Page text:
15-04-2009, 11:52 AM
On "Nailing Down Absolutes in Orthodoxy Today"
It is so easy to be misunderstood when communicating online like this. So, I would like to attempt to be very clear with you that I appreciate the spirit of your posts and their content very much (case in point the concluding paragraph of your last post).
And, I agree with you that I did not serve up a softball to you in my last post about the first word in the first sentence of the Creed; but, I guess when we consider the different directions of my last post the question becomes 'is this an example of a severe deficit of attention, or is this train of thought spot on?'
And, in order to consider this further, possibly we can back this trolley up a bit and review/remember how we got here. As Father Peter has set this up to be a study that allows for individual experiences of real people livin' in the real world . . .possibly we can trade our telescope for a microscope, so to say, and bear down on the precursor of this thread which was the question(s) of a seeker, the one who would be Orthodox.
I really feel like I can relate to Don in many ways even though he has not 'converted' to Orthodoxy and I have 'converted' to Orthodoxy. But, as Don is leading with his heart in his posts here on the BOC site, I wonder if you can listen with your heart to what Don has been saying in some of his posts? In the following Don speaks for not a few in the present day, I think, as he wrote:
Quote:Surely in the Orthodox Church there are at least SOME non-negotiables - things that are proclaimed as being objective revelation from God. Things that can be discerned as being truth by the mystic as well as by the logician.
Can you hear the sentiment behind this Marc? "Surely . . . at least SOME non-negotiables . . . objective revelation." What I wrote about in my last post is where we end up when we do pursue this question, the question of the "We" to its logical end conclusion.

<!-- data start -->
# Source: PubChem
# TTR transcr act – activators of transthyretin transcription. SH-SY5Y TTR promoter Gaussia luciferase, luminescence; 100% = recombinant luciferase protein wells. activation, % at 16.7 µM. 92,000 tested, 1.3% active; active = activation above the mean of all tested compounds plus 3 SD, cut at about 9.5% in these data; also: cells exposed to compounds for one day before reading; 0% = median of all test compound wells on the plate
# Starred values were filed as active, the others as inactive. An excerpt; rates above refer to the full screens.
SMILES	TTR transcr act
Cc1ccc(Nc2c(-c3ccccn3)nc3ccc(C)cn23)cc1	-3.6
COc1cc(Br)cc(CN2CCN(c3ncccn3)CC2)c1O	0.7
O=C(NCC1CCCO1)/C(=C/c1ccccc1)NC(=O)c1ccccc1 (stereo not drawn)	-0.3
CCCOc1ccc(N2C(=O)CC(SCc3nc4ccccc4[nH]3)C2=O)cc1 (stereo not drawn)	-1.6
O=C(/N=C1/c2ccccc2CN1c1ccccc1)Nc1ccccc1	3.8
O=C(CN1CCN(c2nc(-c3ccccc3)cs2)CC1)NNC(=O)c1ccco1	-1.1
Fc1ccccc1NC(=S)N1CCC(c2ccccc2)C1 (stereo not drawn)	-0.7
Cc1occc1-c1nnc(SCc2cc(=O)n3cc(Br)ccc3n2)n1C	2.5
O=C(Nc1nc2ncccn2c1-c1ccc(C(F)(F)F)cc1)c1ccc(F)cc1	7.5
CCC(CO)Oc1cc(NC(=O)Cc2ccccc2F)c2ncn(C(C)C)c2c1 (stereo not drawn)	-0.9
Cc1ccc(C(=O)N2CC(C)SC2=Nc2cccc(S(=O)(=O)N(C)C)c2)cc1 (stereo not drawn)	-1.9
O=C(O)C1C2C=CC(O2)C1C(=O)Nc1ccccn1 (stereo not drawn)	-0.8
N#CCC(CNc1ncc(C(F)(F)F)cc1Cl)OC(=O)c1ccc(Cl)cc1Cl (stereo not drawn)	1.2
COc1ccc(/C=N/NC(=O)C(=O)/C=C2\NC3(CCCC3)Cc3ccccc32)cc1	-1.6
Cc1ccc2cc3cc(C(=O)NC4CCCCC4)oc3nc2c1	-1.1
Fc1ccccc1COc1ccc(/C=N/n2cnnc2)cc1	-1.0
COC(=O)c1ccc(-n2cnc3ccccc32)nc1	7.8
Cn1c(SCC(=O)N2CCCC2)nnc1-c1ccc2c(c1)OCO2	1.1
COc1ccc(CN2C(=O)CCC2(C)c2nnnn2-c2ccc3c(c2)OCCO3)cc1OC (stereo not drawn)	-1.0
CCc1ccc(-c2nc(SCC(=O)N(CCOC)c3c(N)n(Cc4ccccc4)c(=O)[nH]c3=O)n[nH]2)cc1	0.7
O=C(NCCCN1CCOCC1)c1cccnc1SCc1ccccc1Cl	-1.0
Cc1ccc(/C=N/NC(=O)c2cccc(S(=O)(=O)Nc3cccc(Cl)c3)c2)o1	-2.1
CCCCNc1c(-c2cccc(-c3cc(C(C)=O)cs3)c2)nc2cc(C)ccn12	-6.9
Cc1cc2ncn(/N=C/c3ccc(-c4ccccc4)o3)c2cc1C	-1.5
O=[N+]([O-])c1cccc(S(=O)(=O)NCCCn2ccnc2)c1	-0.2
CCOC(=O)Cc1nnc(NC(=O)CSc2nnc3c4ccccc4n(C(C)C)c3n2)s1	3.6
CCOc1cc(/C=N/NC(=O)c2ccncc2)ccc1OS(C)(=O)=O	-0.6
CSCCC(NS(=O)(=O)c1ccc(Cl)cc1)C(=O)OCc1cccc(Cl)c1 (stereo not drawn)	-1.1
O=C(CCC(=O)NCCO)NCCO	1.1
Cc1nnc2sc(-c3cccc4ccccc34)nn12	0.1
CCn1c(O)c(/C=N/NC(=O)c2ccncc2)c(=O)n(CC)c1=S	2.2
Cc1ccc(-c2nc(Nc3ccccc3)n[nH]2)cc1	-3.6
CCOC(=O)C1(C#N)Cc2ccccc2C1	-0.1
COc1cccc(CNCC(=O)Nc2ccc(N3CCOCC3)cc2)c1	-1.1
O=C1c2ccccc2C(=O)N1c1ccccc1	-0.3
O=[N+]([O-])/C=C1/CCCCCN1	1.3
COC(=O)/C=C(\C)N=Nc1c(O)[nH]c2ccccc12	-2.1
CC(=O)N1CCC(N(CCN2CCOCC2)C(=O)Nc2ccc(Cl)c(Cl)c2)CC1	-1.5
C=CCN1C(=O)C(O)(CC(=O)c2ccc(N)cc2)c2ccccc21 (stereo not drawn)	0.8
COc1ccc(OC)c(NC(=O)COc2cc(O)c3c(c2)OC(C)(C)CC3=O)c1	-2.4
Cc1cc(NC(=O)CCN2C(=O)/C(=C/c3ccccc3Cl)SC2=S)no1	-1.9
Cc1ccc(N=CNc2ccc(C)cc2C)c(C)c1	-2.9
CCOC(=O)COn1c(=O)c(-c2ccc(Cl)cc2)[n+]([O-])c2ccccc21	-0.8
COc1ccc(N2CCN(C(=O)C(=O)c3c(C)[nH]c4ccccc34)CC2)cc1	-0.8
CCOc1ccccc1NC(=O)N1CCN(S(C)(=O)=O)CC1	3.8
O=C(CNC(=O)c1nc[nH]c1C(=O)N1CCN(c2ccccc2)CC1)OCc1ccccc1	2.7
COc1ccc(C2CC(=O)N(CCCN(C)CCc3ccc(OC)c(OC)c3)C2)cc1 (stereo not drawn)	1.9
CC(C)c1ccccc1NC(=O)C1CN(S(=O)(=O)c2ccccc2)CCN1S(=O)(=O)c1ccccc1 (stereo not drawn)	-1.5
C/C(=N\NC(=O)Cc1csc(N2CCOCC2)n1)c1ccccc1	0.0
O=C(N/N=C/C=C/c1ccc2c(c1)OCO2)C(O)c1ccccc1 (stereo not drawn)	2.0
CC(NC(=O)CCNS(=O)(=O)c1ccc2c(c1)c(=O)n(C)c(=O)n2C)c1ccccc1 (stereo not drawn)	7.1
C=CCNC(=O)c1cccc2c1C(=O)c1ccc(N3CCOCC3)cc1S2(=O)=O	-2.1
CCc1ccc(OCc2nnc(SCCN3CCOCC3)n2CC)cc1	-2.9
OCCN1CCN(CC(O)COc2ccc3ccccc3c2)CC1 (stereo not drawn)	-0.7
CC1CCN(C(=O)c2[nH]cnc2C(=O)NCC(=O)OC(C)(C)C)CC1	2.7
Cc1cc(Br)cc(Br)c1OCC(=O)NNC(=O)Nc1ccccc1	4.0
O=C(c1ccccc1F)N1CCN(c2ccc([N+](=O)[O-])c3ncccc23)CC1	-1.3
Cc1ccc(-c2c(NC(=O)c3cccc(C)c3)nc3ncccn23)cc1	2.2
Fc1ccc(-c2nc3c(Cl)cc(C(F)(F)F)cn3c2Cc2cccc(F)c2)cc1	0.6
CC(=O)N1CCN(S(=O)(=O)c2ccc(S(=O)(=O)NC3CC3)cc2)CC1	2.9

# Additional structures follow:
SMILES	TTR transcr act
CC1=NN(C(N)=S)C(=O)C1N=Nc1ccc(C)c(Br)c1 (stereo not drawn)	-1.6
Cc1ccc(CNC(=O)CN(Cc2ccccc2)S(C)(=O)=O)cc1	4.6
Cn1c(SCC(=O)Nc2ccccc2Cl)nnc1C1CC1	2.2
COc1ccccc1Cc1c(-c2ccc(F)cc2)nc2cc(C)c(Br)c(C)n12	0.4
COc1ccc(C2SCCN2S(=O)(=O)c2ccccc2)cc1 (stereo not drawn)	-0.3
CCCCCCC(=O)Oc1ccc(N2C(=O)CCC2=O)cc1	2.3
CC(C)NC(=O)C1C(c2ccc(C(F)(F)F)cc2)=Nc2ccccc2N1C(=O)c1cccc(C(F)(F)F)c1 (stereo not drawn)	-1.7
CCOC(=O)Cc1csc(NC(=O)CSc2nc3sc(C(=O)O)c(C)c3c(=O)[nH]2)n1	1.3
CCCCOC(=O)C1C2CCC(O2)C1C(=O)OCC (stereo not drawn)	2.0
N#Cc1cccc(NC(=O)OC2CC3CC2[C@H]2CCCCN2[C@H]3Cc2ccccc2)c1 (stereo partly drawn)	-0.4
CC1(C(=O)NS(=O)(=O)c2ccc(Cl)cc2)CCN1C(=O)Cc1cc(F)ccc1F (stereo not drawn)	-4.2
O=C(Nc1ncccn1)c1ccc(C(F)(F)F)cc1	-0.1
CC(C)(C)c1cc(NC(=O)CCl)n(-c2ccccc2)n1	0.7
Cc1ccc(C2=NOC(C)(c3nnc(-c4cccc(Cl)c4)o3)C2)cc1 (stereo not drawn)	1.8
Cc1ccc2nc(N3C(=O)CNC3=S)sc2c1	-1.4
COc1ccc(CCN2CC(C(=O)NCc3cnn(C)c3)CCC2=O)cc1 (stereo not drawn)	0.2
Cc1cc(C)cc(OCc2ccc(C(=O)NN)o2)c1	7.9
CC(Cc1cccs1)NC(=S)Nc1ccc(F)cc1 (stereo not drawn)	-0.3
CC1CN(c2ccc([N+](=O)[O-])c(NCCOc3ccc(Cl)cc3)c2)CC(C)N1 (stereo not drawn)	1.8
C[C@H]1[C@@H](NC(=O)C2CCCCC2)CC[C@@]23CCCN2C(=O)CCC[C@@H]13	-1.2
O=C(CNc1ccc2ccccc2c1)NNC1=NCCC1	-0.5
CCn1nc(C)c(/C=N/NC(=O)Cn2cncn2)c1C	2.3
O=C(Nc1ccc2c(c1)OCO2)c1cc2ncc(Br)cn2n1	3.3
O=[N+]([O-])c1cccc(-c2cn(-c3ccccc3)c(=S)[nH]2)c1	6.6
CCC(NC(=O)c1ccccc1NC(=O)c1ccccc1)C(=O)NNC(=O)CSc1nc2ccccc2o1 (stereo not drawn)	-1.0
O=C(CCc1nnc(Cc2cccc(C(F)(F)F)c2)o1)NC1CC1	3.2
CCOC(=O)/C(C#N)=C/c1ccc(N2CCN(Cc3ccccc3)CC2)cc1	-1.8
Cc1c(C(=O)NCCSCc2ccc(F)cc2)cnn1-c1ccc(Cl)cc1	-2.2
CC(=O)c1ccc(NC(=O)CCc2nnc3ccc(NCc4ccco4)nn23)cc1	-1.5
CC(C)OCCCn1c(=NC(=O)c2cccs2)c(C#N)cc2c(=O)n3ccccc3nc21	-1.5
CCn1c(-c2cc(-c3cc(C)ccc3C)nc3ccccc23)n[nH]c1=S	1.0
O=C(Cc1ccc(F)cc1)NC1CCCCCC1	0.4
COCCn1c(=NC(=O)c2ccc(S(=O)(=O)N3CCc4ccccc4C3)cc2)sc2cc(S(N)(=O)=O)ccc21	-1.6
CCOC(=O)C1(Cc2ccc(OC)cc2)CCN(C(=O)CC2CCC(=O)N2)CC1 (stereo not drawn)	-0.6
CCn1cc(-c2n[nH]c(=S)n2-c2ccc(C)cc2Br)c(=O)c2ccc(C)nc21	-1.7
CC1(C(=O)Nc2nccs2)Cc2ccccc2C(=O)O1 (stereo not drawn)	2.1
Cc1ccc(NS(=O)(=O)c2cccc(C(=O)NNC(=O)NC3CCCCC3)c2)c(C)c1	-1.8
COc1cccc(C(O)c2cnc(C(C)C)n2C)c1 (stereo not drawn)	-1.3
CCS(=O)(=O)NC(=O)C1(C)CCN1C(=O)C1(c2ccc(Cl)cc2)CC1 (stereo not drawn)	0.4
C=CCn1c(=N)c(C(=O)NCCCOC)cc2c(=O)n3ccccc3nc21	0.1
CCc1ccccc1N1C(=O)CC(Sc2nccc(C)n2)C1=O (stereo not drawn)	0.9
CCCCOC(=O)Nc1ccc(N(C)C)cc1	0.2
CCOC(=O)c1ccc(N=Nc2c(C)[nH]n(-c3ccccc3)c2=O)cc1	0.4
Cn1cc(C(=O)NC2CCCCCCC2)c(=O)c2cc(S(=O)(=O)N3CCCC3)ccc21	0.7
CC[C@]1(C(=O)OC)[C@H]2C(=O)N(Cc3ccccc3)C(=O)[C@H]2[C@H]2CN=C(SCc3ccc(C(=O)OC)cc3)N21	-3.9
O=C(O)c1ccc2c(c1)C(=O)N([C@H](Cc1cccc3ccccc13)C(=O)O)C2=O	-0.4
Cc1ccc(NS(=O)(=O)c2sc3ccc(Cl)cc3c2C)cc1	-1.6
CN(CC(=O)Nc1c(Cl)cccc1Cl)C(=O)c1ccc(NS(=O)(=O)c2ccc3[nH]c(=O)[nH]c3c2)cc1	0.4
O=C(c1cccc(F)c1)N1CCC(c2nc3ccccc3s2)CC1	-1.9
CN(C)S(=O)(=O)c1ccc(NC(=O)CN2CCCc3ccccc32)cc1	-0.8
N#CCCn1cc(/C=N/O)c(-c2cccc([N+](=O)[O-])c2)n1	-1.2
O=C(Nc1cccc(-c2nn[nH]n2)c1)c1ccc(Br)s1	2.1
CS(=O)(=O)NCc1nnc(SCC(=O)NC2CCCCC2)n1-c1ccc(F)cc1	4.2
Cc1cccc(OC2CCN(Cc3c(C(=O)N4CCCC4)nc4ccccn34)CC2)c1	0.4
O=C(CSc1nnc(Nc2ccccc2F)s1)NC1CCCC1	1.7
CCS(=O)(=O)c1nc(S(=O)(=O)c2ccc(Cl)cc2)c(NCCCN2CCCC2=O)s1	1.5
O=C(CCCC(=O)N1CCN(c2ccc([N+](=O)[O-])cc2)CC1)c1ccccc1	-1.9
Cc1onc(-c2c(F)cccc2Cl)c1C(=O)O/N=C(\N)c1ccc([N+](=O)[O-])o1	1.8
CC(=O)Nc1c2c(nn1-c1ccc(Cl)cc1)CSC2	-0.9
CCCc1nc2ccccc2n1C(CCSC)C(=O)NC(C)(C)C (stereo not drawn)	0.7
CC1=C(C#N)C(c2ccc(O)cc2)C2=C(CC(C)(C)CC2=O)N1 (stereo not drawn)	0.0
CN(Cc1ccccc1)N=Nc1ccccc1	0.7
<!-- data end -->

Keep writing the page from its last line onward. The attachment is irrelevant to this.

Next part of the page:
And, then look at the optimism in this quote by Don:
Quote:Father Peter, I thank you for your response. Scaffolding...YES! That is a very helpful insight! You have given me some good stuff to chew over, thank you. Yes, I do agree with you that the Creed would be a good place to start nailing down some absolutes.
This is what I am addressing as much as anything here Marc. Don is looking for some absolutes in the Creed that are non-negotiable in the Orthodox Church. And, with the strong emphasis on ecclesiology and polity in the Orthodox Church, I am making the point that we cannot even say definitively who "We" are as a body.
And, as Don shares that humans long for definition in the following:
Quote:And I think that as humans we all long for such authority and certainty.
How are we doing so far in supplying him with ecclesiological absolutes in the Orthodox Church? For, that matter, does it matter how much we type and think on this first word in the first sentence of the Creed? Is it possible to use the Creed to provide straight answers to straight questions like Don's . . .
And, again . . . what is the title of this thread? It is "Considering Propositions," and this in order to give some answers for those who are up against a wall, as Don also wrote:
Quote:But here I come up against my brick wall - How does one arrive at the objective certainty? Where does one draw the line between the essential and the superficial? This has been the jist of my question.